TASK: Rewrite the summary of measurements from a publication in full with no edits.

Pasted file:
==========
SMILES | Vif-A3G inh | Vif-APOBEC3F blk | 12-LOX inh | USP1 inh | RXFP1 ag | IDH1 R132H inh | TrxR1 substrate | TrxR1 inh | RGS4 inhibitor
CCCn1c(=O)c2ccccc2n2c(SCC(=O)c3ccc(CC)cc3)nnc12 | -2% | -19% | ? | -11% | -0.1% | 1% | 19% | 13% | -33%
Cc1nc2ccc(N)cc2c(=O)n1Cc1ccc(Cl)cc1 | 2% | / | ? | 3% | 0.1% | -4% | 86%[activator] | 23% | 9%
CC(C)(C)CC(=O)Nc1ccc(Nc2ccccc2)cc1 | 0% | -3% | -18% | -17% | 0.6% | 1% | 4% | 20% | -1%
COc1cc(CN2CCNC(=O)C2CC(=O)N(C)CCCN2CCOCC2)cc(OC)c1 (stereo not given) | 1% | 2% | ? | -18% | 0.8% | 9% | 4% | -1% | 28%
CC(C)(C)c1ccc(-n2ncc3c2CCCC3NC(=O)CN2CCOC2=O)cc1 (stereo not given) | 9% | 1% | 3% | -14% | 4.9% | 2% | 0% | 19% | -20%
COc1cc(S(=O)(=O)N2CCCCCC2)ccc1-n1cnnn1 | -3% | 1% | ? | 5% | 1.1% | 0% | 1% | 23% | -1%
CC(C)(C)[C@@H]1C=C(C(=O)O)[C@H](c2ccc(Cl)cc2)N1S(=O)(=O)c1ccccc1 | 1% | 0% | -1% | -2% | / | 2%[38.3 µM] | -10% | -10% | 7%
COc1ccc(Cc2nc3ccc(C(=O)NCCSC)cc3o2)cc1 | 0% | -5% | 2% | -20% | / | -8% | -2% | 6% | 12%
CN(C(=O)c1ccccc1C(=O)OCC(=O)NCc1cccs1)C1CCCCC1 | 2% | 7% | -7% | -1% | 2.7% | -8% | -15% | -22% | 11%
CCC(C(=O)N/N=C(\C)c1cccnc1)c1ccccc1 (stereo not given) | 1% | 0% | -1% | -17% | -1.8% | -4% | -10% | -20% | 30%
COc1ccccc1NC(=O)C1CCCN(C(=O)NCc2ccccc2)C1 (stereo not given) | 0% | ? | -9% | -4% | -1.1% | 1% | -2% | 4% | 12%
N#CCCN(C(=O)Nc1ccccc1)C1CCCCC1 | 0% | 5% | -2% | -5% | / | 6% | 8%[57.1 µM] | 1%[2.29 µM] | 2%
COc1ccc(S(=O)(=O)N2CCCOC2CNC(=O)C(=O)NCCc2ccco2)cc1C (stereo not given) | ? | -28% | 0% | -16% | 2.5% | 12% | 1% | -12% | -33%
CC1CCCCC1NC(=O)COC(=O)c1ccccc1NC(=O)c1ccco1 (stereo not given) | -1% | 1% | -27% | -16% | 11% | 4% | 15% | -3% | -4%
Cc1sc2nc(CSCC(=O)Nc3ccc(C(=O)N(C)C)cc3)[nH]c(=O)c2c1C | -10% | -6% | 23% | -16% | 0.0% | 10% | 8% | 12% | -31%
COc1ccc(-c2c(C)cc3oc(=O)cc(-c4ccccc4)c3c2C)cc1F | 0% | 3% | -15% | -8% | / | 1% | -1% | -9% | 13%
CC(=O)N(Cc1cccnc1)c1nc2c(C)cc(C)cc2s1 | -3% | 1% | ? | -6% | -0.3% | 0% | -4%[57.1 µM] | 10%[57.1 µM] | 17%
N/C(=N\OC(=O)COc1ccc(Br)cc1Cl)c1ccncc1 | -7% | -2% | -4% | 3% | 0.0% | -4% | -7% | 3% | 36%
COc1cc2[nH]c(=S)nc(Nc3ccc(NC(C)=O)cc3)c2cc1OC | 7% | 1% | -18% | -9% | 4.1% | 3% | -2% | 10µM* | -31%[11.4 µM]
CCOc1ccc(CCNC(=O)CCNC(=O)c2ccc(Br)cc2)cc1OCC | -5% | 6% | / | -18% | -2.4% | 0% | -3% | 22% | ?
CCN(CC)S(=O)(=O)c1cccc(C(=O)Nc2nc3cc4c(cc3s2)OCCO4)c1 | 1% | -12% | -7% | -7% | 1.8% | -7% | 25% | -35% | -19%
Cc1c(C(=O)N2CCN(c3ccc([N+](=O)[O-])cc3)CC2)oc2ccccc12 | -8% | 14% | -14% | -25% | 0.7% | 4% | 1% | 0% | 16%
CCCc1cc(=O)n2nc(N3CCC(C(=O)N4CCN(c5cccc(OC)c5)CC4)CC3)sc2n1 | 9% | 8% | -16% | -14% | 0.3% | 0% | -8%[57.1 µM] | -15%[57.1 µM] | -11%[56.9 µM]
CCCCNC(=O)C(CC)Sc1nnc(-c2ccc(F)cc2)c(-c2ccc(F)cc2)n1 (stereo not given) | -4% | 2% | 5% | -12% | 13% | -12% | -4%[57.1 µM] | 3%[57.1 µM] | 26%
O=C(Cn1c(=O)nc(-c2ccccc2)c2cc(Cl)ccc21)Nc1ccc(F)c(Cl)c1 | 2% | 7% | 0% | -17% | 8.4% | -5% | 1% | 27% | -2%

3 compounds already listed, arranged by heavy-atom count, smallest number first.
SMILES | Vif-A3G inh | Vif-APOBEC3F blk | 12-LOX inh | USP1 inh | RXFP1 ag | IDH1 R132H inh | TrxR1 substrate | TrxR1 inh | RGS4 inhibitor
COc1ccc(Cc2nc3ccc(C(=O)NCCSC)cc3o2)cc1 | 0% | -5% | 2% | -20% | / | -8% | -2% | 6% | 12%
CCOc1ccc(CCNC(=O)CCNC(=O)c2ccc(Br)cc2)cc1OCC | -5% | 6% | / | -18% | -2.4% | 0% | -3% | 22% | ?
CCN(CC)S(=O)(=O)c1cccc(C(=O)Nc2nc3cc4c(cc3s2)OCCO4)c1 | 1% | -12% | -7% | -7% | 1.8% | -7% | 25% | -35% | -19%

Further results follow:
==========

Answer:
SMILES | Vif-A3G inh | Vif-APOBEC3F blk | 12-LOX inh | USP1 inh | RXFP1 ag | IDH1 R132H inh | TrxR1 substrate | TrxR1 inh | RGS4 inhibitor
CCCn1c(=O)c2ccccc2n2c(SCC(=O)c3ccc(CC)cc3)nnc12 | -2% | -19% | ? | -11% | -0.1% | 1% | 19% | 13% | -33%
Cc1nc2ccc(N)cc2c(=O)n1Cc1ccc(Cl)cc1 | 2% | / | ? | 3% | 0.1% | -4% | 86%[activator] | 23% | 9%
CC(C)(C)CC(=O)Nc1ccc(Nc2ccccc2)cc1 | 0% | -3% | -18% | -17% | 0.6% | 1% | 4% | 20% | -1%
COc1cc(CN2CCNC(=O)C2CC(=O)N(C)CCCN2CCOCC2)cc(OC)c1 (stereo not given) | 1% | 2% | ? | -18% | 0.8% | 9% | 4% | -1% | 28%
CC(C)(C)c1ccc(-n2ncc3c2CCCC3NC(=O)CN2CCOC2=O)cc1 (stereo not given) | 9% | 1% | 3% | -14% | 4.9% | 2% | 0% | 19% | -20%
COc1cc(S(=O)(=O)N2CCCCCC2)ccc1-n1cnnn1 | -3% | 1% | ? | 5% | 1.1% | 0% | 1% | 23% | -1%
CC(C)(C)[C@@H]1C=C(C(=O)O)[C@H](c2ccc(Cl)cc2)N1S(=O)(=O)c1ccccc1 | 1% | 0% | -1% | -2% | / | 2%[38.3 µM] | -10% | -10% | 7%
COc1ccc(Cc2nc3ccc(C(=O)NCCSC)cc3o2)cc1 | 0% | -5% | 2% | -20% | / | -8% | -2% | 6% | 12%
CN(C(=O)c1ccccc1C(=O)OCC(=O)NCc1cccs1)C1CCCCC1 | 2% | 7% | -7% | -1% | 2.7% | -8% | -15% | -22% | 11%
CCC(C(=O)N/N=C(\C)c1cccnc1)c1ccccc1 (stereo not given) | 1% | 0% | -1% | -17% | -1.8% | -4% | -10% | -20% | 30%
COc1ccccc1NC(=O)C1CCCN(C(=O)NCc2ccccc2)C1 (stereo not given) | 0% | ? | -9% | -4% | -1.1% | 1% | -2% | 4% | 12%
N#CCCN(C(=O)Nc1ccccc1)C1CCCCC1 | 0% | 5% | -2% | -5% | / | 6% | 8%[57.1 µM] | 1%[2.29 µM] | 2%
COc1ccc(S(=O)(=O)N2CCCOC2CNC(=O)C(=O)NCCc2ccco2)cc1C (stereo not given) | ? | -28% | 0% | -16% | 2.5% | 12% | 1% | -12% | -33%
CC1CCCCC1NC(=O)COC(=O)c1ccccc1NC(=O)c1ccco1 (stereo not given) | -1% | 1% | -27% | -16% | 11% | 4% | 15% | -3% | -4%
Cc1sc2nc(CSCC(=O)Nc3ccc(C(=O)N(C)C)cc3)[nH]c(=O)c2c1C | -10% | -6% | 23% | -16% | 0.0% | 10% | 8% | 12% | -31%
COc1ccc(-c2c(C)cc3oc(=O)cc(-c4ccccc4)c3c2C)cc1F | 0% | 3% | -15% | -8% | / | 1% | -1% | -9% | 13%
CC(=O)N(Cc1cccnc1)c1nc2c(C)cc(C)cc2s1 | -3% | 1% | ? | -6% | -0.3% | 0% | -4%[57.1 µM] | 10%[57.1 µM] | 17%
N/C(=N\OC(=O)COc1ccc(Br)cc1Cl)c1ccncc1 | -7% | -2% | -4% | 3% | 0.0% | -4% | -7% | 3% | 36%
COc1cc2[nH]c(=S)nc(Nc3ccc(NC(C)=O)cc3)c2cc1OC | 7% | 1% | -18% | -9% | 4.1% | 3% | -2% | 10µM* | -31%[11.4 µM]
CCOc1ccc(CCNC(=O)CCNC(=O)c2ccc(Br)cc2)cc1OCC | -5% | 6% | / | -18% | -2.4% | 0% | -3% | 22% | ?
CCN(CC)S(=O)(=O)c1cccc(C(=O)Nc2nc3cc4c(cc3s2)OCCO4)c1 | 1% | -12% | -7% | -7% | 1.8% | -7% | 25% | -35% | -19%
Cc1c(C(=O)N2CCN(c3ccc([N+](=O)[O-])cc3)CC2)oc2ccccc12 | -8% | 14% | -14% | -25% | 0.7% | 4% | 1% | 0% | 16%
CCCc1cc(=O)n2nc(N3CCC(C(=O)N4CCN(c5cccc(OC)c5)CC4)CC3)sc2n1 | 9% | 8% | -16% | -14% | 0.3% | 0% | -8%[57.1 µM] | -15%[57.1 µM] | -11%[56.9 µM]
CCCCNC(=O)C(CC)Sc1nnc(-c2ccc(F)cc2)c(-c2ccc(F)cc2)n1 (stereo not given) | -4% | 2% | 5% | -12% | 13% | -12% | -4%[57.1 µM] | 3%[57.1 µM] | 26%
O=C(Cn1c(=O)nc(-c2ccccc2)c2cc(Cl)ccc21)Nc1ccc(F)c(Cl)c1 | 2% | 7% | 0% | -17% | 8.4% | -5% | 1% | 27% | -2%

3 compounds already listed, arranged by heavy-atom count, smallest number first.
SMILES | Vif-A3G inh | Vif-APOBEC3F blk | 12-LOX inh | USP1 inh | RXFP1 ag | IDH1 R132H inh | TrxR1 substrate | TrxR1 inh | RGS4 inhibitor
COc1ccc(Cc2nc3ccc(C(=O)NCCSC)cc3o2)cc1 | 0% | -5% | 2% | -20% | / | -8% | -2% | 6% | 12%
CCOc1ccc(CCNC(=O)CCNC(=O)c2ccc(Br)cc2)cc1OCC | -5% | 6% | / | -18% | -2.4% | 0% | -3% | 22% | ?
CCN(CC)S(=O)(=O)c1cccc(C(=O)Nc2nc3cc4c(cc3s2)OCCO4)c1 | 1% | -12% | -7% | -7% | 1.8% | -7% | 25% | -35% | -19%

Further results follow: